“Dr. Milton Wallack has served the community with a lifetime of diligence and competency that is unequalled,” said Sydney Perry, Chief Executive Officer of the Jewish Federation of Greater New Haven. “We can’t help but commend his service. His leadership is worthy not only of honor but also emulation”
Community Gears Up for Annual Arts & Culture Festival
Every November and December, the JCC and Jewish Federation of Greater New Haven bring art, music and author events to the Greater New Haven Jewish community. The months are packed full of tributes to historical performances, stories by contemporary authors and exposure to local artisans. Programs take place at the JCC at 360 Amity Rd., Woodbridge unless otherwise listed. Read more at jccnh.org/arts-culture-festival.
Author Laura Silver
Knish, In search of the Jewish Soul Food
Friday, Nov. 7, 12 p.m.
Explore the knish with the world’s current leading expert on this iconic Jewish food staple. Samples provided by Edge of the Woods. Free
Bar Kochva Art Exhibit
Nov. 9-12, Sunday 10 AM-6 PM,
M-W 10 AM–8 PM
Peruse and purchase outstanding artwork found in galleries and fine stores internationally, and support more than 45 different Israeli.
Bagels & Books
Author Tracy Newman,
Shabbat is Coming! (Ages 3-8)
Sunday, Nov. 9, 10:30 AM
Storyteller Tracy Newman who shares the story of a family and their pet puppy preparing for Shabbat. Includes snack and craft. Free. Contact: Laura Ross, firstname.lastname@example.org, (203)387-2522.
Irving Fine Centennial Concert
Sunday, Nov. 9, 4 PM
Performed by composer Irving Fine’s daughter, Emily Fine, and friends. Free
Author Tova Mirvis, Visible City
Thursday, Nov. 13, 7 PM
Bestselling author of The Ladies Auxiliary shares her most recent novel, Visible City, which is about the intersecting paths of three Jewish couples living in a glass apartment tower. Cost: $6
Global Day of Jewish Learning: Author Naomi Schaefer Riley, Got Religion?
Sunday, Nov. 16, 10:30 AM
Got Religion? How Churches, Mosques and Synagogues can Bring Young People Back examines defection and how the solutions for one religious group can be adapted to work for another.
Sponsored by Jewish Community Relations Council of the Jewish Federation of Greater New Haven.
Global Day of Jewish Learning
Noah’s Bed with PJ Library
Sunday, Nov. 16, 12 PM
This year’s Global Day of Jewish Learning revolves around the theme of courage. PJ Library presents Noah’s Bed, an enchanting retelling of the Ark tale and a little boy’s courage. Free.
Contact: Laura Ross, email@example.com, (203)387-2522
Author Judith Frank,
All I Love and Know
Tuesday, Nov. 18, 11 AM
A searing drama of a modern American family on the brink of dissolution that explores adoption, gay marriage, and love lost and found. Suggested Donation: $6. Sponsored by Women’s Philanthropy of the Jewish Federation of Greater New Haven, firstname.lastname@example.org, (203)738-0033.
Diane Cypkin, A Tribute to the Star of Yiddish Theater: Molly Picon
Sunday, Nov. 23, 2-3 PM
Diane Cypkin presents a lecture and concert celebrating the star of Yiddish theater, Molly Picon. $6. Co-sponsored by the Jewish Historical Society of Greater New Haven.
JCC Holiday Craft Fair
Sunday, Dec. 7, 10 AM-4 PM
A spectacular smorgasbord to complete your holiday shopping with gifts, accessories, home décor, pottery, jewelry, and more from more than 60 local artisans! Babysitting available. Edge of the Woods Café open.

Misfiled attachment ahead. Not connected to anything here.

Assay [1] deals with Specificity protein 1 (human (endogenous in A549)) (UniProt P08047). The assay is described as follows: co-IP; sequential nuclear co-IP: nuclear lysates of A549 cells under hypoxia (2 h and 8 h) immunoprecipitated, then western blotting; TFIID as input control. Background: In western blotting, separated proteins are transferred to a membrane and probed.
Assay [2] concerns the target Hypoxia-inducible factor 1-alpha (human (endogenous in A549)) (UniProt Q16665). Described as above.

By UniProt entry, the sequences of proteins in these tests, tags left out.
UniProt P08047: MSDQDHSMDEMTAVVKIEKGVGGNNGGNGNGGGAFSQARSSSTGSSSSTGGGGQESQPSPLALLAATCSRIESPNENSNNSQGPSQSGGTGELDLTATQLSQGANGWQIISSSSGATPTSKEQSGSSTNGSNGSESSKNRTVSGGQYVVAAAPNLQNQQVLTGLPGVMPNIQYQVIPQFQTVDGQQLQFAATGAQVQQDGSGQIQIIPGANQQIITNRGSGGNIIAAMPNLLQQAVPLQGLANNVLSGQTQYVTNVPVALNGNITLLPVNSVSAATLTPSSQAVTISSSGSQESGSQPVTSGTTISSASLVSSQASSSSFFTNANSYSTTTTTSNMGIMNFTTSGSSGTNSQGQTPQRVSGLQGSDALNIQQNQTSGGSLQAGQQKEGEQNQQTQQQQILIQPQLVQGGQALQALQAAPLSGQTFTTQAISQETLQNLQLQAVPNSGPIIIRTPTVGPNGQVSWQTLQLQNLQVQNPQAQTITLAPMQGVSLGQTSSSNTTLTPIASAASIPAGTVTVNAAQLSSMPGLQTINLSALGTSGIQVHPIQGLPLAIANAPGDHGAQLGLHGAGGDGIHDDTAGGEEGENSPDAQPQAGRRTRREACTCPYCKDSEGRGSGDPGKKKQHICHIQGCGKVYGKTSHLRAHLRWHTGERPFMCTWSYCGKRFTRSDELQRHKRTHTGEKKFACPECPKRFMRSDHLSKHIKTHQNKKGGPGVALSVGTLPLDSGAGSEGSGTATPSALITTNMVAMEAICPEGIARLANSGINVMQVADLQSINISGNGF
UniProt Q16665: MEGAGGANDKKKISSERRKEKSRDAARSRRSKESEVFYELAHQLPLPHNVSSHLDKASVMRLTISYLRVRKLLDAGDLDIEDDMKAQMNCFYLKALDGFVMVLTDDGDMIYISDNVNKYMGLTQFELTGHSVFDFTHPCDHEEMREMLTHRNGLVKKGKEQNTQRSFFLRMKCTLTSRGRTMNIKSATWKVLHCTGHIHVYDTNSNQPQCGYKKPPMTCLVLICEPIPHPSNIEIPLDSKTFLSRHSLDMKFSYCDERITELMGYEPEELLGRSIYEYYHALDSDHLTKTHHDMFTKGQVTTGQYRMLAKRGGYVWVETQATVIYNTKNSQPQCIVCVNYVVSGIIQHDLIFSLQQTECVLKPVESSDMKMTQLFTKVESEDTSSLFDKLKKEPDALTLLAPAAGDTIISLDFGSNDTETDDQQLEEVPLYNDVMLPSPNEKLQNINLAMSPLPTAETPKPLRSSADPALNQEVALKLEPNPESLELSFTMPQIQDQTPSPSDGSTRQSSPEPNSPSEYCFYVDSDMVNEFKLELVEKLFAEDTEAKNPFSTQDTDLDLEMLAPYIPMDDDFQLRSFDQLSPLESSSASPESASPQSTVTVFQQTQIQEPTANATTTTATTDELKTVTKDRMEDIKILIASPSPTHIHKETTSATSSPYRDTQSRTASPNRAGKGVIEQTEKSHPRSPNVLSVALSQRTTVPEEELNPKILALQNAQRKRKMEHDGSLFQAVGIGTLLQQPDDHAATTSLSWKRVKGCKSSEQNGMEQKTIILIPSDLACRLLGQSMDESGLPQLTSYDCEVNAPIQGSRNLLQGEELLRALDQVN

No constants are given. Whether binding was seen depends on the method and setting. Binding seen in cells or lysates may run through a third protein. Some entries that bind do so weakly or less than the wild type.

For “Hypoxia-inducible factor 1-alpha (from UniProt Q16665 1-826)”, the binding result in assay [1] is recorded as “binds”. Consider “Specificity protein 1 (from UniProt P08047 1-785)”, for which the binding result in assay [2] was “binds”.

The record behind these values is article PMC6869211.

Events on the Shoreline
The Jewish Federation of Greater New Haven’s Shoreline Office in Guilford serves the entire Shoreline/Lower Connecticut Valley region. Our mission is to provide the Jewish population from East Haven to East Haddam with meaningful programs and opportunities. Here are three fall programs to enrich your Jewish experience through current events and contemporary writing. For more information: Jill Lesage at email@example.com, (203) 738-0033.
Gil Hoffman of The Jerusalem Post on Current Events in Israel
Tuesday, October 28, 7-9pm
Gil Hoffman is the chief political correspondent and analyst for The Jerusalem Post. His writing and TV appearances provide a behind-the-scenes look at the intrigue and humor in the Israeli political arena.
Location: The Guilford Yacht Club, 379 New Whitfield St., Guilford.
Arts & Culture Festival: Author Gail Sheehy, Daring: My Passages
Thursday, November 6, 7 PM
Library of Congress calls Daring one of the ten most influential books of our time. Sheehy tells the story of her unconventional life and gives a bold perspective on all of life’s passages. Cost: $6
Location: R.J. Julia Booksellers, 768 Boston Post Rd., Madison.
Arts & Culture Festival: Author Daniel Goldhagen, The Devil That Never Dies
Sunday, November 23, 1:30 PM
A groundbreaking and terrifying examination of the widespread resurgence of anti-Semitism in the 21st century, with book signing. Free.
Location: Guilford Free Library, 67 Park St., Guilford.
What’s Happening at the JCC
The 11th Annual Holiday Craft Fair on Dec. 7 is one of the JCC’s most popular events, drawing thousands of holiday shoppers each year. Limited spaces are available and filling up fast. Artisans and crafters need to register at jccnh.org/holiday-craft-fair by Nov. 3.
Edge of the Woods Café is up and running at the JCC. Check out the vegetarian smoothies, hot meals and grab-and-go meals. The bakery is taking orders for holiday challah. Conveniently pick up your Shabbat breads at the JCC each Friday. eotwm.com/bakery
Did you know that the JCC Fitness Center offers karate, swim, dance, and many other classes for kids and adults? You can get enrichment classes for the whole family in one place at a discount with a JCC membership. Fall classes are in full swing but there’s still time to sign up. Registrar: (203) 387-2JCC x250.
New programs and events are always popping up at the JCC. Learn more at our NEW website: jccnh.org.